Whilst it is extremely important not to deny any of the existing NHS treatments that are freely available to transgender men, it is nevertheless vitally important that transgender women have equal access to surgeries which are vital to them and to how that can help them secure employment and assist in a good assimilation back into society.

In a survey which I did a short while back and which I have tried in vain to bring to the attention of Dr. John Dean (who has promised me appointments on two occasions now, but failed to deliver on either) it became absolutely clear that about half of all respondents to the survey felt it was as (if not more) important to allow transgender women to have access to Facial Feminisation Surgery (FFS) as the Gender Reassignment Surgery.

If you think about that, it actually might relieve a lot of the immediate pressure on the chronic waiting list length for GRS as many patients could be switch over to FFS surgeons hence relieving the pressure on the GRS surgeons.

If Mr. Huxtor would like to contact me about this, he can do so via the contact form on my website,

Sunday, 1 November 2015

If you are transgender, will you receive justice in a UK court?

Tara Hudson - jailed in a violent male prison
On the 23rd October Tara Hudson was given a prison sentence by Bath Magistrates for violent conduct assaulting the bar manager of a club in Bristol on Boxing Day of the previous year.

Tara is a transgender woman who admits that she also has alcohol and other mental health problems, so the magistrates decided that after several cautions about her previous behaviour she should be sent to prison.

We see this every weekend in towns and cities all over the UK and yes, most people are dismayed and angry that this happens - and every weekend people end up by being locked up in custody overnight and then released the following day with a fine.

Nobody is disputing that after a series of cautions maybe she deserved the short sharp shock of a 3 month prison sentence where hopefully she would get some help with her alcohol problems.

However what was truly horrific was that the magistrates decided to send her to HMP Bristol, a male prison which has been severely criticised by HM Inspectorate of Prisons as being an increasing violent institution where the morale of the prison staff and the inmates was at an all time low and that the prison was also castigated for the flourishing drug trade that occurs within its walls.

Tara is a young woman who has lived all her adult life in her acquired gender role, who has been on oestrogen hormones for 6 years (the Athletics Federation allows transgender people to compete in their acquired gender role after just two years of being on hormones as they have proved that after this amount of time the strength superiority acquired from testosterone has completely disappeared). She has also undergone various surgeries to change her body.

Despite assurances that she would be kept safe, she was allegedly locked in her cell for 23 hours a day and harassed and sexually abused continuously whilst she was there.  The prison staff were either powerless to stop the abuse or allowed it to happen.

A few days after reports about this surfaced in a local paper, a campaign was launched by Bath Gender Equality Network - which amazingly achieved 160,000 signatures in a little over 3 days, questions were raised in Parliament about what the DOJ was doing to rectify the problem which the Bath magistrates had caused. When questioned by reporters about this case,The Ministry of Justice, kept on repeating, parrot fashion, that until a transgender person had a GRC or new birth certificate, they would be housed in a jail that reflected their birth gender - despite their own guidelines published in 2011 saying that if a person had progressed a sufficient way into their transition, then a case conference should be called to decide which prison to house the person so as not to create additional mental stress to that person.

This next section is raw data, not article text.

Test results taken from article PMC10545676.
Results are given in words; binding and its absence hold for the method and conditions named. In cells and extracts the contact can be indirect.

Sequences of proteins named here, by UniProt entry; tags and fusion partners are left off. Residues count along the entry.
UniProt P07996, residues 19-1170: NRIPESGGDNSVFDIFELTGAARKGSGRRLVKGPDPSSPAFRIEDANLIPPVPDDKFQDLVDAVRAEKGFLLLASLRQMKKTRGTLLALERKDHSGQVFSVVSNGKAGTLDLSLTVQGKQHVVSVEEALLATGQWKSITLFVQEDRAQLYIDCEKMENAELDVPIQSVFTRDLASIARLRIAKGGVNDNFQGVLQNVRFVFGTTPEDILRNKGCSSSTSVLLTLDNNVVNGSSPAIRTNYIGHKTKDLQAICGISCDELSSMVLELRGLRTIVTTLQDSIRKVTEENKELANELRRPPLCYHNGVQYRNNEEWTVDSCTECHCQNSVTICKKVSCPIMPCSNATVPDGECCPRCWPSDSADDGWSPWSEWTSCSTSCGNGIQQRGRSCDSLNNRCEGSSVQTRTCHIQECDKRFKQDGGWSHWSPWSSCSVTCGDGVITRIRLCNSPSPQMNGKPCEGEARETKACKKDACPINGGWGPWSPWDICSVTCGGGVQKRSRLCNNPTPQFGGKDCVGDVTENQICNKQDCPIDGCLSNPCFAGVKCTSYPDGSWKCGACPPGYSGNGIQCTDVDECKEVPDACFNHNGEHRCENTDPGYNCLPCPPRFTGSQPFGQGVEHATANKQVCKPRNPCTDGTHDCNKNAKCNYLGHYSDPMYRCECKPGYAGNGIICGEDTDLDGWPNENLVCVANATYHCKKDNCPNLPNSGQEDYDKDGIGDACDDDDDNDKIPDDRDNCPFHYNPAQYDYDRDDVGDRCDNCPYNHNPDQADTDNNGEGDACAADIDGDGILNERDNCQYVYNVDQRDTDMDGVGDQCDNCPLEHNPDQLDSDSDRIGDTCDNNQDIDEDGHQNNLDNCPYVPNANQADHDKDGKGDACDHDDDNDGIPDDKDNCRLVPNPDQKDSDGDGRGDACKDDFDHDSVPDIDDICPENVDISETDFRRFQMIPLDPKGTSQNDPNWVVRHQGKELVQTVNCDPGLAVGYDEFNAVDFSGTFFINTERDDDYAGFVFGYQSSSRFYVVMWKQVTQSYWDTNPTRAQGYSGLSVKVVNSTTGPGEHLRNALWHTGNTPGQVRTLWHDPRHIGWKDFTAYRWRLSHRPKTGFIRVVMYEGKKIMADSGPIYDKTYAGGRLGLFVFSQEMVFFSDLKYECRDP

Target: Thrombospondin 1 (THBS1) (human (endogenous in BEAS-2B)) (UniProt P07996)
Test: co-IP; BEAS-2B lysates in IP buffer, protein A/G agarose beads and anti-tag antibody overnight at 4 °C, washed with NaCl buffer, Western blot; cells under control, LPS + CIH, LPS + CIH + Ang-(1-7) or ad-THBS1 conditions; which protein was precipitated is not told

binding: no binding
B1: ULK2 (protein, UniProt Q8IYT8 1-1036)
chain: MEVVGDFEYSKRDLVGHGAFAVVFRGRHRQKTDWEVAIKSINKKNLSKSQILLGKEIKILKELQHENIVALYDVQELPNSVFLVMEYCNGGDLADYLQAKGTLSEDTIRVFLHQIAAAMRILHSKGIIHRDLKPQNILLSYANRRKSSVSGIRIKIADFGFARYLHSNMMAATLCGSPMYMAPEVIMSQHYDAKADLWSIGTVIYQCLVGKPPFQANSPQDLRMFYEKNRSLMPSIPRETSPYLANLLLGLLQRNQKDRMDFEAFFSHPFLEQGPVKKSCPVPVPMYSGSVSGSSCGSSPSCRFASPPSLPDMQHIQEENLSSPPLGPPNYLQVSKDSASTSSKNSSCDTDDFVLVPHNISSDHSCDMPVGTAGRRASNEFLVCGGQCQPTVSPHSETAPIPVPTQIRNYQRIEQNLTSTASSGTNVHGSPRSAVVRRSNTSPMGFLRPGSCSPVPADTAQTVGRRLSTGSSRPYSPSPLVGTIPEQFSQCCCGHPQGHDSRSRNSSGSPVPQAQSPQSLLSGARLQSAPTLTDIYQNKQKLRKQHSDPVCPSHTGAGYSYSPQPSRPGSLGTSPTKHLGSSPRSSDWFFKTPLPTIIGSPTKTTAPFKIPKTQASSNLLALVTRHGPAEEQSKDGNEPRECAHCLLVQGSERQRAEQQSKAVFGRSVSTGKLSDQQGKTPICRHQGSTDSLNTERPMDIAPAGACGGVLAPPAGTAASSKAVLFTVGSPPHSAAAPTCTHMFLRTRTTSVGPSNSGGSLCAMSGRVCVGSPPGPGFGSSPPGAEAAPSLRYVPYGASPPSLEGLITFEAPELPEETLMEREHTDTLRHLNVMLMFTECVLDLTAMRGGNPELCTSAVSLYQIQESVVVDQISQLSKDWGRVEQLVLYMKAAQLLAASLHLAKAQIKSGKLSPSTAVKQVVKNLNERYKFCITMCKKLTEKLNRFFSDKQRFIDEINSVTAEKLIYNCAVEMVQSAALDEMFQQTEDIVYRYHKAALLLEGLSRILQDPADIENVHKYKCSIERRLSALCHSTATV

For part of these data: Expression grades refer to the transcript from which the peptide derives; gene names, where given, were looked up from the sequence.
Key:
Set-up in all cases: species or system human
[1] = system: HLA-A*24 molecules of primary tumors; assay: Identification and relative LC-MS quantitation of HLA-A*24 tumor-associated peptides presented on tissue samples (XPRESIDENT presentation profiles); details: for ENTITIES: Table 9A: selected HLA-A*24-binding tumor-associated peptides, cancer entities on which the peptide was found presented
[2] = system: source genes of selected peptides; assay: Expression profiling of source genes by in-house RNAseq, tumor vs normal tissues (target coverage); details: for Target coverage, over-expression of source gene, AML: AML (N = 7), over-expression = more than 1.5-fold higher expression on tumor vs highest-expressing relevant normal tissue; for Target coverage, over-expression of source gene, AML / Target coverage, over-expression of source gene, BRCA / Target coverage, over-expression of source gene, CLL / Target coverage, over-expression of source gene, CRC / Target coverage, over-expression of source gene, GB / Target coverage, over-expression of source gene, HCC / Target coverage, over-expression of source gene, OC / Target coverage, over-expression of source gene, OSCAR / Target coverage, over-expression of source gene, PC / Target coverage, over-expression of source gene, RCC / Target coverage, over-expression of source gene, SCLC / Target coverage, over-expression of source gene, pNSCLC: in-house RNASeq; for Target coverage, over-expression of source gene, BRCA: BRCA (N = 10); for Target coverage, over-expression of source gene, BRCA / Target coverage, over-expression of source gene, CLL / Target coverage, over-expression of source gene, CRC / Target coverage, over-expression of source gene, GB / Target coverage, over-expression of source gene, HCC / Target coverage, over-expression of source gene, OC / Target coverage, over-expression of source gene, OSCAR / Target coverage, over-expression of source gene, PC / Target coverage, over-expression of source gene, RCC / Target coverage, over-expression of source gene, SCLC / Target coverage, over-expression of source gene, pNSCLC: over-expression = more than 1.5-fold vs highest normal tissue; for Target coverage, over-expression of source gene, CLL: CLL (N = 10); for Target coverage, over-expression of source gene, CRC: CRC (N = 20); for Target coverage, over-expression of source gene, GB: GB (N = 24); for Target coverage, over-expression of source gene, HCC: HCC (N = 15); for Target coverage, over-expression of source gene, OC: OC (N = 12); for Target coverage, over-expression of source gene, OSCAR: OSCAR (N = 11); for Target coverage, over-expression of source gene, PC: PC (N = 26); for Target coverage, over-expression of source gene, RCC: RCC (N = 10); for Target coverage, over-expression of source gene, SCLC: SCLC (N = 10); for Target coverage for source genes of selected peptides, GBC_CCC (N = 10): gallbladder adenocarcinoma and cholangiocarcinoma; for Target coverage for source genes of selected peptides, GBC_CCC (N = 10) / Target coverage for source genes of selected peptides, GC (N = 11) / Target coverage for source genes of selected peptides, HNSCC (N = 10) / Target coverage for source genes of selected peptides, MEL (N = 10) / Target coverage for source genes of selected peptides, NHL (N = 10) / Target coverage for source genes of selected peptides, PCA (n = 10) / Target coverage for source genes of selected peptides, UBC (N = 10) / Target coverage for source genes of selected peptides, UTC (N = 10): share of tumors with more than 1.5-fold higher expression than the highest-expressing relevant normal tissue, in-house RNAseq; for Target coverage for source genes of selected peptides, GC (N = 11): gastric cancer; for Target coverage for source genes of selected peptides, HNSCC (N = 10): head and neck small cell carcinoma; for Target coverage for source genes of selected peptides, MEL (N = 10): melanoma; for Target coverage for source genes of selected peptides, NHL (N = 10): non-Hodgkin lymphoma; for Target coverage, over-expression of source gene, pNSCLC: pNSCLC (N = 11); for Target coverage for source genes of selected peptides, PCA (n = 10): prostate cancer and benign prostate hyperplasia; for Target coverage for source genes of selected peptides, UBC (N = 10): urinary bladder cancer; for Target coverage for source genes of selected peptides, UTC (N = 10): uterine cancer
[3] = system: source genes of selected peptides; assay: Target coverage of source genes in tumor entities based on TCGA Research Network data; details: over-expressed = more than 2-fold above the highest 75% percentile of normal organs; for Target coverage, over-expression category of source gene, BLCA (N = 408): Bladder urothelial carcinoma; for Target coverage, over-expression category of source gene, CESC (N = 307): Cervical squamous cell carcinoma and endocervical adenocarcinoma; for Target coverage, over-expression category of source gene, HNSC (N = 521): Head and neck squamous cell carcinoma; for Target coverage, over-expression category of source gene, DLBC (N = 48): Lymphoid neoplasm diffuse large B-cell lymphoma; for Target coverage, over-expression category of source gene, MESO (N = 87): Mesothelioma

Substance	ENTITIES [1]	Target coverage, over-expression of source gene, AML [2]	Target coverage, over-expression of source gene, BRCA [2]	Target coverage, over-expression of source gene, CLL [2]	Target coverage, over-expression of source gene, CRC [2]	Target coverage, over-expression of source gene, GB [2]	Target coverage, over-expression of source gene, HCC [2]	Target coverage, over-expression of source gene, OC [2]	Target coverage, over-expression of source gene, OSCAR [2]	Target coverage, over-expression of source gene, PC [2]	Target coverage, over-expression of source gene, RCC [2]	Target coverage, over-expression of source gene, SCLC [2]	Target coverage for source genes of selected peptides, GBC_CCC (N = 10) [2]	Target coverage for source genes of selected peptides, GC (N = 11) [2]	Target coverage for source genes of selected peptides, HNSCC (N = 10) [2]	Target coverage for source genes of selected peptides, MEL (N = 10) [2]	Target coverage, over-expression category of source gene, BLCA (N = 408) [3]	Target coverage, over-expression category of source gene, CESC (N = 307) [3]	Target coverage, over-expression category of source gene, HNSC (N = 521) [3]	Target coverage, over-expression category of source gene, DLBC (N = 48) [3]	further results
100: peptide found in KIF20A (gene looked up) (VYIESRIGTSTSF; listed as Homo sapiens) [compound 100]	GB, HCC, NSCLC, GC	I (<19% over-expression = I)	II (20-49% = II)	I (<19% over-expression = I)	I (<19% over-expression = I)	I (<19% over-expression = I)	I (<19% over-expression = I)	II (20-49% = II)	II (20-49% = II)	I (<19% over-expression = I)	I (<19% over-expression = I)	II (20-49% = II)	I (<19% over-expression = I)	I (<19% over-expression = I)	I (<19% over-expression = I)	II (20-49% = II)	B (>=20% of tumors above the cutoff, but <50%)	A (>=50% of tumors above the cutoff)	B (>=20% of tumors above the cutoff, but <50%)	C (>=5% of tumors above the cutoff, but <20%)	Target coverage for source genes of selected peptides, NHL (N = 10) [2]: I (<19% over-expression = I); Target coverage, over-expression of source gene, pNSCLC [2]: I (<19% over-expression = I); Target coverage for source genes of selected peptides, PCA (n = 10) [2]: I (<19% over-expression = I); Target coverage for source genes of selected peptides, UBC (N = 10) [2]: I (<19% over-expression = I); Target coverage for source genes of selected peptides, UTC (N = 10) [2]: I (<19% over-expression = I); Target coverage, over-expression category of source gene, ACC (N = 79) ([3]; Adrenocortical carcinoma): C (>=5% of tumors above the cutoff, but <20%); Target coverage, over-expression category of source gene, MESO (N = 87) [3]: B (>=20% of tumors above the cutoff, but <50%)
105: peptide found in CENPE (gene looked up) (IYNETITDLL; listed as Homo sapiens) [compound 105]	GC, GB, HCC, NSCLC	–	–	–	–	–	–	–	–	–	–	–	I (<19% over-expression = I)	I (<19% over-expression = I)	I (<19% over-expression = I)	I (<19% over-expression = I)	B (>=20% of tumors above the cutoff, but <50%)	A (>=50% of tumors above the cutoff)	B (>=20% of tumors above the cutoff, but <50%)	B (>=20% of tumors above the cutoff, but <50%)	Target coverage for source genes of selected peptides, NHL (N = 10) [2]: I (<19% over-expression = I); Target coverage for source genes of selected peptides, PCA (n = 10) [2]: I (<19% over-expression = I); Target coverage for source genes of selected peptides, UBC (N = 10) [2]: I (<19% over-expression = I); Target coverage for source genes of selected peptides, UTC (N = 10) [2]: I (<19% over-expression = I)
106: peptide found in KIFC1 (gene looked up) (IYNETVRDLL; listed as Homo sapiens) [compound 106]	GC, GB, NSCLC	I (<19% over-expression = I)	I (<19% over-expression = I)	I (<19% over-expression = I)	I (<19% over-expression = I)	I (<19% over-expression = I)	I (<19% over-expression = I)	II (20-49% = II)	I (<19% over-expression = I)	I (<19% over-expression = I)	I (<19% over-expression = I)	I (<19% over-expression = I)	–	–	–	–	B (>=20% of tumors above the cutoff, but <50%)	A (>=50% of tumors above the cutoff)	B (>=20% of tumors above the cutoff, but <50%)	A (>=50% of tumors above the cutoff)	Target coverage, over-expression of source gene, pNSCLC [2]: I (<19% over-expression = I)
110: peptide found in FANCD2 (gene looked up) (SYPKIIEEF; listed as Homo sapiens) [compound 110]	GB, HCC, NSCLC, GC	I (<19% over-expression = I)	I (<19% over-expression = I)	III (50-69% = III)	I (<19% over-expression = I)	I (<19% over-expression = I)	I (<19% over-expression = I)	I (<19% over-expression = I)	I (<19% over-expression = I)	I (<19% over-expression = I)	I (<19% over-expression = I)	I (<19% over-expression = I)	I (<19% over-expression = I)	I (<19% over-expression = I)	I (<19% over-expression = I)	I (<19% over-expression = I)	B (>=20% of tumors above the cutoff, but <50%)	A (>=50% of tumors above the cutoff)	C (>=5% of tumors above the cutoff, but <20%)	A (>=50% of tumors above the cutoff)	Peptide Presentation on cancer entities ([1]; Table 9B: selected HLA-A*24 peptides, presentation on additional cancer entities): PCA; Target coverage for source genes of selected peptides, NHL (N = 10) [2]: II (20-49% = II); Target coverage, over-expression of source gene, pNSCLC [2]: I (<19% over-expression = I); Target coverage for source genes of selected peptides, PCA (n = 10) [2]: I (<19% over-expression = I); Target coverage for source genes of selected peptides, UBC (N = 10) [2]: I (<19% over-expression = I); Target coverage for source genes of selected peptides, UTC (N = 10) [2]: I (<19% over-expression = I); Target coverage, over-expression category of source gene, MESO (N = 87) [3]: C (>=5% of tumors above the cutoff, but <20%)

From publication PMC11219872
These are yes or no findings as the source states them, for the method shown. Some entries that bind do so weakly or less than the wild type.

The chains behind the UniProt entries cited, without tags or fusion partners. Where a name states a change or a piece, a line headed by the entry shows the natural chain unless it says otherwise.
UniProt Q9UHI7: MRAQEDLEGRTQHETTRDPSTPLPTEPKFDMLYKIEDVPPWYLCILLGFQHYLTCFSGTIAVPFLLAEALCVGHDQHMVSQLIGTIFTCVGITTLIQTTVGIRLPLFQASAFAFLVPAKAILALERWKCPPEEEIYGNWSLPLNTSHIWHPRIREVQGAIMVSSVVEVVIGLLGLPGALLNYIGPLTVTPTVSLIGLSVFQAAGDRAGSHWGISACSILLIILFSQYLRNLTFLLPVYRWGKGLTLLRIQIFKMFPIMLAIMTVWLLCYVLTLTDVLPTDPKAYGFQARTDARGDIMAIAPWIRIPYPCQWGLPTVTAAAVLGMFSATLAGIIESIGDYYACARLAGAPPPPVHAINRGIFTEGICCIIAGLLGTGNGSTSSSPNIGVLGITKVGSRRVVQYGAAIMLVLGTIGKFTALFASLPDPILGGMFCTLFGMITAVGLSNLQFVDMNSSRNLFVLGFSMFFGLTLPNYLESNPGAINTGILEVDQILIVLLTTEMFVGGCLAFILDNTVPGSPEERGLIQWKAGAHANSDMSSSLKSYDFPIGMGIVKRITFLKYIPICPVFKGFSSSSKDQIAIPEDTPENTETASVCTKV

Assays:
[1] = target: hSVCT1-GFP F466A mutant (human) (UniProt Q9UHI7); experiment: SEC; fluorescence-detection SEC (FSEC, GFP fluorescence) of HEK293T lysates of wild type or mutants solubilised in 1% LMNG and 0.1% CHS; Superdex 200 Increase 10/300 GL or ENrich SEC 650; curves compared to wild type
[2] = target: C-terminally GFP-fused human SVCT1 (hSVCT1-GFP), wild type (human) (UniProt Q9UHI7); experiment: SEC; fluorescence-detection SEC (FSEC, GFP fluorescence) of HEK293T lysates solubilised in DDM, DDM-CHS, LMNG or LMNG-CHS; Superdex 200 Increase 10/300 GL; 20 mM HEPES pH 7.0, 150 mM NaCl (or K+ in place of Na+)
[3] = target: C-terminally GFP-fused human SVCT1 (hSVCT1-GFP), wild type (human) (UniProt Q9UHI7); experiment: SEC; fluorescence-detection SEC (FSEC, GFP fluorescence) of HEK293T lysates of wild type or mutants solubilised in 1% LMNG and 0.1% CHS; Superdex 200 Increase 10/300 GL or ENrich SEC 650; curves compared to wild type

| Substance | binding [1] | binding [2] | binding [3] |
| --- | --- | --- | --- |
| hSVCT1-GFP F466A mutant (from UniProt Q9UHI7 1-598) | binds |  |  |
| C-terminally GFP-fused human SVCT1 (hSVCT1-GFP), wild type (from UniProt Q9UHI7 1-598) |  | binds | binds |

Demonstrators outside Bristol Crown Court ©BBC News
During the week she was housed in HMP Bristol an appeal was launched which was held a week after she had been sent down - this time at Bristol Crown Court. BGEN organised a demonstration (which myself and other people from Transfigurations attended) to be held outside the court during the hearing. A similar demonstration also took place outside the MOJ Department in London. The judge in the appeal hearing, although not changing the sentence, suggested that the prison authorities should reconsider where she should serve her sentence. Fortunately, the prison authorities decided to finally see wisdom and Tara was sent back from the hearing to a female prison in Gloucestershire.

Lessons do need to be learned from this terrible injustice as it was very apparent that Tara's Human Rights were breached by the original sentencing decision, so the whole legal system - from magistrates to prison authorities, need to learn from this terrible injustice and to apply the existing rules and guidelines as these were completely disregarded in this case.

I would like to thank Ceri Caramél Jenkins, Emily Senft and everybody else at the Bath Gender Equality Network who worked tirelessly long days and nights arranging the petition, twitter storms and everything else which you did raising awareness about this injustice - and most of all I would like to thank the great British public who responded quickly and compassionately in signing this petition - without your support I fear that Tara would still be in Horfield Prison and would bear the resulting scars for the rest of her life.

Thank you!!!!!

Later: As I mentioned in the message above, holding Tara in a male prison was a clear breach of her Human Rights and this is now being recognised as another petition has just been launched to bring the attention of the UN to the UK's treatment of transgender detainees and for them to take action against the UK government to stop this happening in the future.